I would like to ask about the equivalence between these two definitions for a $C^1$ domain. In the book Vector Analysis Versus Vector Calculus, we have:

Definition 8.2.1: Let $\mathbb{H}^k=\{(t_1,\ldots,t_k)\in\mathbb{R}^k:\,t_k\geq 0\}$. Let $2\leq k\leq n$ and $M\subseteq\mathbb{R}^n$, $M\neq\emptyset$, be given. Then $M$ is said to be a regular $k$-surface with boundary of class $C^p$ if for every $x\in M$ there exists an injective mapping $$ \varphi: \mathbb{A}\subseteq\mathbb{H}^k\rightarrow M\subseteq\mathbb{R}^n $$ of class $C^p$ in the relatively open set $\mathbb{A}$ such that $x\in\varphi(\mathbb{A})$ and the following hold:

  1. For every relatively open subset $\mathbb{B}\subseteq \mathbb{A}$, $\varphi(\mathbb{B})$ is relatively open in $M$.

  2. For every $t\in\mathbb{A}$, the set $\{\partial_{t_1}\varphi (t),\ldots,\partial_{t_k}\varphi(t)\}$ is linearly independent.

In the book Partial Differential Equations by Evans, we have:

Definition in appendix C: Let $U\subseteq \mathbb{R}^n$ be open and bounded. We say that $\partial U$ is $C^1$ if for each point $x^0\in\partial U$ there exist $r>0$ and a $C^1$ function $\gamma:\,\mathbb{R}^{n-1}\rightarrow\mathbb{R}$ such that - upon relabeling and reorenting the coordinate axes if necessary - we have $$U\cap B(x^0,r)=\{x\in B(x^0,r):\,x_n>\gamma(x_1,\ldots,x_{n-1})\}.$$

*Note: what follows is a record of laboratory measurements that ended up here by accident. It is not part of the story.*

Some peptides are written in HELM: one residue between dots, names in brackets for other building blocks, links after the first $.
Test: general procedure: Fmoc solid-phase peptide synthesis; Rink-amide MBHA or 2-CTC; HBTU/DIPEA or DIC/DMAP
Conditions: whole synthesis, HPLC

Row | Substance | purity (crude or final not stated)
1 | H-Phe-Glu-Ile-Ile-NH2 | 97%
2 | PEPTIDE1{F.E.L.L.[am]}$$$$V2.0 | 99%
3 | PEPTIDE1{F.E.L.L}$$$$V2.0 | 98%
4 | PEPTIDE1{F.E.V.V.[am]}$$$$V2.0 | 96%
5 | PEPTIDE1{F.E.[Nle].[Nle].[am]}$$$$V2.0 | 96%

My questions:

  1. Are both definitions equivalent? (when $k=n$, $p=1$ and $M$ bounded in the first definition).

  2. The second definition can be extended to a Lipschitz domain, usually used in PDE. Is there a version of definition 1 for "Lipschitz surfaces with boundary"?

  3. In the definition by Evans, should we add the condition $\partial U\cap B(x^0,r)=\text{Graph}(\gamma|_\mathcal{N})$, for some open set $\mathcal{N}\subseteq\mathbb{R}^{n-1}$ ?

  • 1
    $\begingroup$ I didn't read your question carefully enough at first. The definitions are not equivalent, because the first definition does not require $M$ to be bounded. $\endgroup$ – Ben McKay Jan 14 '18 at 11:52
  • $\begingroup$ @BenMcKay Ok, that's correct. I'll add $M$ to be bounded in question 1. $\endgroup$ – user39756 Jan 14 '18 at 11:53
  • $\begingroup$ The basic idea is $\phi(t_1,\dots,t_{n-1})=(t_1,\dots,t_{n-1},\gamma(t_1,\dots,t_{n-1})$. $\endgroup$ – Ben McKay Jan 14 '18 at 11:59
  • $\begingroup$ @BenMcKay So you suggest that both definitions are equivalent, and that the proof requires the implicit function theorem, right? $\endgroup$ – user39756 Jan 14 '18 at 12:01
  • $\begingroup$ Yes, the implicit function theorem. $\endgroup$ – Ben McKay Jan 14 '18 at 12:05

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